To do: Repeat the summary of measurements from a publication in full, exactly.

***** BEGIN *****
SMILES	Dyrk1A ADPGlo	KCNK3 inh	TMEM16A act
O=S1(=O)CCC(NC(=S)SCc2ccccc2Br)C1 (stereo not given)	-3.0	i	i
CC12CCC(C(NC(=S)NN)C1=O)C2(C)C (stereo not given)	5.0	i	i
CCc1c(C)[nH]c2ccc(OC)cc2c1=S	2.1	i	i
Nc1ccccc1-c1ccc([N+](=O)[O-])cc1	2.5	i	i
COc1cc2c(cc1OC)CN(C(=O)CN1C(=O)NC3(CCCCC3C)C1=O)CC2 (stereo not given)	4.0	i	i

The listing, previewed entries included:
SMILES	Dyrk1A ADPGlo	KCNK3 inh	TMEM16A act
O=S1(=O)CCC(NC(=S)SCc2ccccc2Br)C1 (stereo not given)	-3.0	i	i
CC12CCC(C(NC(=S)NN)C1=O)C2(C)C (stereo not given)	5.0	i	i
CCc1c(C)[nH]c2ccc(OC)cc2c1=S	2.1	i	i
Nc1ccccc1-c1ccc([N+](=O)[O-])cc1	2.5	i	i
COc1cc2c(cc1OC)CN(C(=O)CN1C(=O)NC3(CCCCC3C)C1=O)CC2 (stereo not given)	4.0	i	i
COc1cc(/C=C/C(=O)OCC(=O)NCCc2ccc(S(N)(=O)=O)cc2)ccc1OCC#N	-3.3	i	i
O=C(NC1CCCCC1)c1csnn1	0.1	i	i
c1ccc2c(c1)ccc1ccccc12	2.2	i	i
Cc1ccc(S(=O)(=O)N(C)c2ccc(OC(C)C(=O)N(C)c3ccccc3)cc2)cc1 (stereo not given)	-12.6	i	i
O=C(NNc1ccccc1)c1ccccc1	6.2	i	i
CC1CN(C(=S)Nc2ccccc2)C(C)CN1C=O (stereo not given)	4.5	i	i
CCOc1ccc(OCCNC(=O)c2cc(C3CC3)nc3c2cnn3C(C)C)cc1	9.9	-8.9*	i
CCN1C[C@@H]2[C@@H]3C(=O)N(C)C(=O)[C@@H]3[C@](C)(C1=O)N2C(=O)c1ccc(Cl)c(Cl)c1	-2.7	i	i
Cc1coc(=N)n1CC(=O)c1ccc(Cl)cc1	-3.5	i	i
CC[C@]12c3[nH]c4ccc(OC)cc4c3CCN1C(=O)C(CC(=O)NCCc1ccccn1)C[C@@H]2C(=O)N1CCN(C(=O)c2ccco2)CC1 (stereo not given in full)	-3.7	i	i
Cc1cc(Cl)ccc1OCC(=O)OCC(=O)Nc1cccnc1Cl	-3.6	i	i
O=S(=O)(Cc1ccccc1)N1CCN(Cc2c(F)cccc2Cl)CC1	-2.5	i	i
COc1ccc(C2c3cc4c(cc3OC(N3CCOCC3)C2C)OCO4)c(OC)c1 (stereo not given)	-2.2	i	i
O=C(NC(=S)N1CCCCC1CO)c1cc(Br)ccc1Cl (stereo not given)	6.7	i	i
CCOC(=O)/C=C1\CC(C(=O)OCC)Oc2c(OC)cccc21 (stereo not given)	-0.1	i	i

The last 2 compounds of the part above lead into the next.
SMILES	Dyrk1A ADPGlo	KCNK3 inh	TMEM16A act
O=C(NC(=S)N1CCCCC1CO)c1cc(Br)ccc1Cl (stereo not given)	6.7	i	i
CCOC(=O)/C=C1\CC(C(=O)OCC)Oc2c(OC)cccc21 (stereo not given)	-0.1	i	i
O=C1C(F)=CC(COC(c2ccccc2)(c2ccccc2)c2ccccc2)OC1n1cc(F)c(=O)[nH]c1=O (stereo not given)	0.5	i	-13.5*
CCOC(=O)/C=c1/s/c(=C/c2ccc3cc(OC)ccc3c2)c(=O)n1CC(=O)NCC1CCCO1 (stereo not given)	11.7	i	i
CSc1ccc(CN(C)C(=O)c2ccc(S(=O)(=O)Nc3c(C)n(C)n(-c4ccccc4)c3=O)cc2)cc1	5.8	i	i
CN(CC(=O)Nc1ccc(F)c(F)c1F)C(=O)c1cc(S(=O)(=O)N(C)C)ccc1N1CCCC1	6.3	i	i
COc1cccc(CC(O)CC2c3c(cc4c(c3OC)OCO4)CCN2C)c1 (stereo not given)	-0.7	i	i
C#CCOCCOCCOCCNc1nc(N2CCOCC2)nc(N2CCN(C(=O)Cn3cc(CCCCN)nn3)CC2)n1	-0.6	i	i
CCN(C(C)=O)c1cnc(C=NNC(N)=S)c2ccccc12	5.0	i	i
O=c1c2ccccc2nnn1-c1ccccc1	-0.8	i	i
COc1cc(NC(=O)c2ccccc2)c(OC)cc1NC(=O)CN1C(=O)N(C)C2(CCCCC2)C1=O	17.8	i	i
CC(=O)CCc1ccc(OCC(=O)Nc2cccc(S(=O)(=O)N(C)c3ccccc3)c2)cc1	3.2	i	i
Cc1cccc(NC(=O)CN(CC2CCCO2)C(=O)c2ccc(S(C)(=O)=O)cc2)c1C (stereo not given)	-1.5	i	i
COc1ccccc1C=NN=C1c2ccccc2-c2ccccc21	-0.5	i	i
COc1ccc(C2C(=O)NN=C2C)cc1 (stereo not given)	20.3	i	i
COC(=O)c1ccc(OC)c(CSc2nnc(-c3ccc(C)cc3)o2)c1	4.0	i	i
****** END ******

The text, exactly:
SMILES	Dyrk1A ADPGlo	KCNK3 inh	TMEM16A act
O=S1(=O)CCC(NC(=S)SCc2ccccc2Br)C1 (stereo not given)	-3.0	i	i
CC12CCC(C(NC(=S)NN)C1=O)C2(C)C (stereo not given)	5.0	i	i
CCc1c(C)[nH]c2ccc(OC)cc2c1=S	2.1	i	i
Nc1ccccc1-c1ccc([N+](=O)[O-])cc1	2.5	i	i
COc1cc2c(cc1OC)CN(C(=O)CN1C(=O)NC3(CCCCC3C)C1=O)CC2 (stereo not given)	4.0	i	i

The listing, previewed entries included:
SMILES	Dyrk1A ADPGlo	KCNK3 inh	TMEM16A act
O=S1(=O)CCC(NC(=S)SCc2ccccc2Br)C1 (stereo not given)	-3.0	i	i
CC12CCC(C(NC(=S)NN)C1=O)C2(C)C (stereo not given)	5.0	i	i
CCc1c(C)[nH]c2ccc(OC)cc2c1=S	2.1	i	i
Nc1ccccc1-c1ccc([N+](=O)[O-])cc1	2.5	i	i
COc1cc2c(cc1OC)CN(C(=O)CN1C(=O)NC3(CCCCC3C)C1=O)CC2 (stereo not given)	4.0	i	i
COc1cc(/C=C/C(=O)OCC(=O)NCCc2ccc(S(N)(=O)=O)cc2)ccc1OCC#N	-3.3	i	i
O=C(NC1CCCCC1)c1csnn1	0.1	i	i
c1ccc2c(c1)ccc1ccccc12	2.2	i	i
Cc1ccc(S(=O)(=O)N(C)c2ccc(OC(C)C(=O)N(C)c3ccccc3)cc2)cc1 (stereo not given)	-12.6	i	i
O=C(NNc1ccccc1)c1ccccc1	6.2	i	i
CC1CN(C(=S)Nc2ccccc2)C(C)CN1C=O (stereo not given)	4.5	i	i
CCOc1ccc(OCCNC(=O)c2cc(C3CC3)nc3c2cnn3C(C)C)cc1	9.9	-8.9*	i
CCN1C[C@@H]2[C@@H]3C(=O)N(C)C(=O)[C@@H]3[C@](C)(C1=O)N2C(=O)c1ccc(Cl)c(Cl)c1	-2.7	i	i
Cc1coc(=N)n1CC(=O)c1ccc(Cl)cc1	-3.5	i	i
CC[C@]12c3[nH]c4ccc(OC)cc4c3CCN1C(=O)C(CC(=O)NCCc1ccccn1)C[C@@H]2C(=O)N1CCN(C(=O)c2ccco2)CC1 (stereo not given in full)	-3.7	i	i
Cc1cc(Cl)ccc1OCC(=O)OCC(=O)Nc1cccnc1Cl	-3.6	i	i
O=S(=O)(Cc1ccccc1)N1CCN(Cc2c(F)cccc2Cl)CC1	-2.5	i	i
COc1ccc(C2c3cc4c(cc3OC(N3CCOCC3)C2C)OCO4)c(OC)c1 (stereo not given)	-2.2	i	i
O=C(NC(=S)N1CCCCC1CO)c1cc(Br)ccc1Cl (stereo not given)	6.7	i	i
CCOC(=O)/C=C1\CC(C(=O)OCC)Oc2c(OC)cccc21 (stereo not given)	-0.1	i	i

The last 2 compounds of the part above lead into the next.
SMILES	Dyrk1A ADPGlo	KCNK3 inh	TMEM16A act
O=C(NC(=S)N1CCCCC1CO)c1cc(Br)ccc1Cl (stereo not given)	6.7	i	i
CCOC(=O)/C=C1\CC(C(=O)OCC)Oc2c(OC)cccc21 (stereo not given)	-0.1	i	i
O=C1C(F)=CC(COC(c2ccccc2)(c2ccccc2)c2ccccc2)OC1n1cc(F)c(=O)[nH]c1=O (stereo not given)	0.5	i	-13.5*
CCOC(=O)/C=c1/s/c(=C/c2ccc3cc(OC)ccc3c2)c(=O)n1CC(=O)NCC1CCCO1 (stereo not given)	11.7	i	i
CSc1ccc(CN(C)C(=O)c2ccc(S(=O)(=O)Nc3c(C)n(C)n(-c4ccccc4)c3=O)cc2)cc1	5.8	i	i
CN(CC(=O)Nc1ccc(F)c(F)c1F)C(=O)c1cc(S(=O)(=O)N(C)C)ccc1N1CCCC1	6.3	i	i
COc1cccc(CC(O)CC2c3c(cc4c(c3OC)OCO4)CCN2C)c1 (stereo not given)	-0.7	i	i
C#CCOCCOCCOCCNc1nc(N2CCOCC2)nc(N2CCN(C(=O)Cn3cc(CCCCN)nn3)CC2)n1	-0.6	i	i
CCN(C(C)=O)c1cnc(C=NNC(N)=S)c2ccccc12	5.0	i	i
O=c1c2ccccc2nnn1-c1ccccc1	-0.8	i	i
COc1cc(NC(=O)c2ccccc2)c(OC)cc1NC(=O)CN1C(=O)N(C)C2(CCCCC2)C1=O	17.8	i	i
CC(=O)CCc1ccc(OCC(=O)Nc2cccc(S(=O)(=O)N(C)c3ccccc3)c2)cc1	3.2	i	i
Cc1cccc(NC(=O)CN(CC2CCCO2)C(=O)c2ccc(S(C)(=O)=O)cc2)c1C (stereo not given)	-1.5	i	i
COc1ccccc1C=NN=C1c2ccccc2-c2ccccc21	-0.5	i	i
COc1ccc(C2C(=O)NN=C2C)cc1 (stereo not given)	20.3	i	i
COC(=O)c1ccc(OC)c(CSc2nnc(-c3ccc(C)cc3)o2)c1	4.0	i	i